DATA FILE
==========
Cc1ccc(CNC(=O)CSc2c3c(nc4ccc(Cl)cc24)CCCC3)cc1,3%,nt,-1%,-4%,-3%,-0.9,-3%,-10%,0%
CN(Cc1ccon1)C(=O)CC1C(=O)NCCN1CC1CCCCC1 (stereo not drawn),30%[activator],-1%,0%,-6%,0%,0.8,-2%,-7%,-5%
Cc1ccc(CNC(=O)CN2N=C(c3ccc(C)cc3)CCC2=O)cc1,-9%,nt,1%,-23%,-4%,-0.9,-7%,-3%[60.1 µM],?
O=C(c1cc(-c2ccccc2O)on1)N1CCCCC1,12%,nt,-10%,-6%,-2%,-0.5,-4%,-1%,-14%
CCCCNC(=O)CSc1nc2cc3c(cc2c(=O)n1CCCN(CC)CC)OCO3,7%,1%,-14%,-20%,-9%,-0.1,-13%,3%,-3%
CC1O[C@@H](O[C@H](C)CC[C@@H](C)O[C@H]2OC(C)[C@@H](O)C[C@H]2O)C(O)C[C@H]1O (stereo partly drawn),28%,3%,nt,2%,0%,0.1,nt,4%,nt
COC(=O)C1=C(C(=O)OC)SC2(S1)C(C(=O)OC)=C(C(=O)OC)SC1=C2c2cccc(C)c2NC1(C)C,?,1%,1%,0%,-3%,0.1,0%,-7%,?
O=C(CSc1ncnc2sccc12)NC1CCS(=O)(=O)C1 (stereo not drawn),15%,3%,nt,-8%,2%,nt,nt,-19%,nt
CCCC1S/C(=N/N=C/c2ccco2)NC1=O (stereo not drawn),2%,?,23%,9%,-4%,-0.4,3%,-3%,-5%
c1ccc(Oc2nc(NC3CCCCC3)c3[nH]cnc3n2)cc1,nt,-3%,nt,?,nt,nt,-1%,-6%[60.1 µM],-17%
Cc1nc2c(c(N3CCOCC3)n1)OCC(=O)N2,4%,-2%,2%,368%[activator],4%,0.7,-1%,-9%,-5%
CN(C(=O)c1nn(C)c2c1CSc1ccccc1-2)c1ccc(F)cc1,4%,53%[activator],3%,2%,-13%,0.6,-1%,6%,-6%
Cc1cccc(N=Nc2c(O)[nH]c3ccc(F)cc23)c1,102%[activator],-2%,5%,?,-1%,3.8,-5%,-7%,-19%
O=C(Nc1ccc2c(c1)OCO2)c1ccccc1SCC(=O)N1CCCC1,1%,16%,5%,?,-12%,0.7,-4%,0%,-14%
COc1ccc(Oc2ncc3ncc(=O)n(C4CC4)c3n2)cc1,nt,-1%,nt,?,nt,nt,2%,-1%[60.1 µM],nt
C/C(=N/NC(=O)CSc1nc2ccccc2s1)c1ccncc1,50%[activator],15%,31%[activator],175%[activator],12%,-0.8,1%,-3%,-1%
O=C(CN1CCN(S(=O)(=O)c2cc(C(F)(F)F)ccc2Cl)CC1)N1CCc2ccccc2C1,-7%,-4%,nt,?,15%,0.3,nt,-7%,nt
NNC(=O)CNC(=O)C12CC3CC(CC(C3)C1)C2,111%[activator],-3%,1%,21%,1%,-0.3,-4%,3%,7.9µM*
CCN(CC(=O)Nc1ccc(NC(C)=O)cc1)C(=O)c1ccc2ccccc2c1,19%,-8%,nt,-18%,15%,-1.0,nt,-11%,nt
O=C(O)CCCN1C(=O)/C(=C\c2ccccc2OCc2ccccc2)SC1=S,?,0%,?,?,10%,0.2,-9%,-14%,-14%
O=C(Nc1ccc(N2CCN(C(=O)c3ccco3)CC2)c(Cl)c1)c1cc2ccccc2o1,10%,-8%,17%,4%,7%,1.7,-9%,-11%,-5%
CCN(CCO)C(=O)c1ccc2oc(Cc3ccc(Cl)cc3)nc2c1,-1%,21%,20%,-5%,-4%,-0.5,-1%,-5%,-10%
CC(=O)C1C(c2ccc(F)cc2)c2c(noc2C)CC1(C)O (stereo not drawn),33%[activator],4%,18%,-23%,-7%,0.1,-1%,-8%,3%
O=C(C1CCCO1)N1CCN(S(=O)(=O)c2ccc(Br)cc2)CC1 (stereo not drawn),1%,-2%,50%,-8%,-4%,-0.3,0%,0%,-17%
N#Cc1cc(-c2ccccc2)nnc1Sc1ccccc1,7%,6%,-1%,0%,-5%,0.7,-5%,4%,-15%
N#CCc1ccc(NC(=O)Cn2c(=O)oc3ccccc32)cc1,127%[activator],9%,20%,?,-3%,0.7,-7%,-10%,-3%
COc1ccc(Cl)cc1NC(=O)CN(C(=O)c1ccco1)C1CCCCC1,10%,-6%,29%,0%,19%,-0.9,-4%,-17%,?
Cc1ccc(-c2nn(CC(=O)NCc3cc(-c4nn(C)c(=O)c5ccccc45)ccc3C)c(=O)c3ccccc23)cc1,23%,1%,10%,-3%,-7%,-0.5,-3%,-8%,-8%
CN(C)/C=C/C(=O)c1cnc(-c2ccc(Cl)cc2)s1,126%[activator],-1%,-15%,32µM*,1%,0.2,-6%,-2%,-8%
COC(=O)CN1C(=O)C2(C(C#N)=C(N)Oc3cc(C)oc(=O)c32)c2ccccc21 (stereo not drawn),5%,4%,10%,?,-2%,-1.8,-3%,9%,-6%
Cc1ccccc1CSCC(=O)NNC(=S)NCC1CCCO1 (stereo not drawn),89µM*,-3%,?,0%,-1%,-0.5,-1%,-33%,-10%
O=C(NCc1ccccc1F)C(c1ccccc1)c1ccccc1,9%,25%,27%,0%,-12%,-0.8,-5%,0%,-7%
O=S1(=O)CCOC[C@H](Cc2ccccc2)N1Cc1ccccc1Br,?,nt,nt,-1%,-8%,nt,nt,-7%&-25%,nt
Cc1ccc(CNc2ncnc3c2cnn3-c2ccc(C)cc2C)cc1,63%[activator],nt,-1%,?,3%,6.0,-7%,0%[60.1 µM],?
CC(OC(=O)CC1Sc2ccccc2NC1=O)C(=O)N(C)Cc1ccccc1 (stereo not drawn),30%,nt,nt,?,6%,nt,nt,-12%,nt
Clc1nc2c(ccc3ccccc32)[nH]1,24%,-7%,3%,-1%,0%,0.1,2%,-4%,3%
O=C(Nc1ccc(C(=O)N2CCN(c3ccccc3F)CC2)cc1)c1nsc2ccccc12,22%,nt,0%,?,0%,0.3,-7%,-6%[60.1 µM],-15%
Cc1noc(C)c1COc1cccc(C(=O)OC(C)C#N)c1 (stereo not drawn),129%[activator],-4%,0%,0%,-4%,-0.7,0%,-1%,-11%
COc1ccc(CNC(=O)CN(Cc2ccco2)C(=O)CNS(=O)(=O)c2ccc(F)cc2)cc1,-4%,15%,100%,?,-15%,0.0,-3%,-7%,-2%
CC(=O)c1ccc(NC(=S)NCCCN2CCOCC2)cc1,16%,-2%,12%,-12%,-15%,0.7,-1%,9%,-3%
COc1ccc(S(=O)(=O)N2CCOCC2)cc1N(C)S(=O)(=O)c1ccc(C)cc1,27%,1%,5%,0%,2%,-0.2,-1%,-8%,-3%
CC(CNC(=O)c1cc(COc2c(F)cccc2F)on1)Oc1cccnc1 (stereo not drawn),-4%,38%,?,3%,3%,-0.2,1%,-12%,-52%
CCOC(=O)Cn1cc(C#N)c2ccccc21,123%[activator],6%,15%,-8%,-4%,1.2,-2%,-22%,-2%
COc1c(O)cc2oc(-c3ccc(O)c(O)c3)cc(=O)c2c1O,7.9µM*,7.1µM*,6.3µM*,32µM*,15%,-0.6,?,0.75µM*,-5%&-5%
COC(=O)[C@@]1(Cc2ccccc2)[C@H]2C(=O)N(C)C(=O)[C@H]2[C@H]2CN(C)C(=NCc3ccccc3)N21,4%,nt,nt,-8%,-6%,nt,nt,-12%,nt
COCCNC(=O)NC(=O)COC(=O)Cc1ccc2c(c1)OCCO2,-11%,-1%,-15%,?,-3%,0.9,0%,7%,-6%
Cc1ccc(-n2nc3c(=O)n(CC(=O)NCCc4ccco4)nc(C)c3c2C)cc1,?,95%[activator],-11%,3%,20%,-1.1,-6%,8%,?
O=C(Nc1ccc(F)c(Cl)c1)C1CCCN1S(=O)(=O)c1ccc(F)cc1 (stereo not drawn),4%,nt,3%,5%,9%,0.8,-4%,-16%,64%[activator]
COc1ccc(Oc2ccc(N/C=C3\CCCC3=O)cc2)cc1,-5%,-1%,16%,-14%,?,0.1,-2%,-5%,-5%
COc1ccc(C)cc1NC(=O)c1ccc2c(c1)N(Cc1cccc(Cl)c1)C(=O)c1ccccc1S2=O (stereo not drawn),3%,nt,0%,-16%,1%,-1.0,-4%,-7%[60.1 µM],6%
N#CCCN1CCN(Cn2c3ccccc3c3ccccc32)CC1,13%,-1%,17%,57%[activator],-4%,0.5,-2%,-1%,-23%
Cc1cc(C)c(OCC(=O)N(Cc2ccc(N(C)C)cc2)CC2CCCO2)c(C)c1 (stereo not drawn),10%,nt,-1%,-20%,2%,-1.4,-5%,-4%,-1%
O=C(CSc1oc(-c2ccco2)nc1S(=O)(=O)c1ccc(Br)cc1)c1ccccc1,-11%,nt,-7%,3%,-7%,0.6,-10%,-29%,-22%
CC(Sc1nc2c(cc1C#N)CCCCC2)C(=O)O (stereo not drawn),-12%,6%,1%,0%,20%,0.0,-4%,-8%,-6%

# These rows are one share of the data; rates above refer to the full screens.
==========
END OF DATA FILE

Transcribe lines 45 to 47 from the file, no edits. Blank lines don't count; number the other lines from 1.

COC(=O)[C@@]1(Cc2ccccc2)[C@H]2C(=O)N(C)C(=O)[C@H]2[C@H]2CN(C)C(=NCc3ccccc3)N21,4%,nt,nt,-8%,-6%,nt,nt,-12%,nt
COCCNC(=O)NC(=O)COC(=O)Cc1ccc2c(c1)OCCO2,-11%,-1%,-15%,?,-3%,0.9,0%,7%,-6%
Cc1ccc(-n2nc3c(=O)n(CC(=O)NCCc4ccco4)nc(C)c3c2C)cc1,?,95%[activator],-11%,3%,20%,-1.1,-6%,8%,?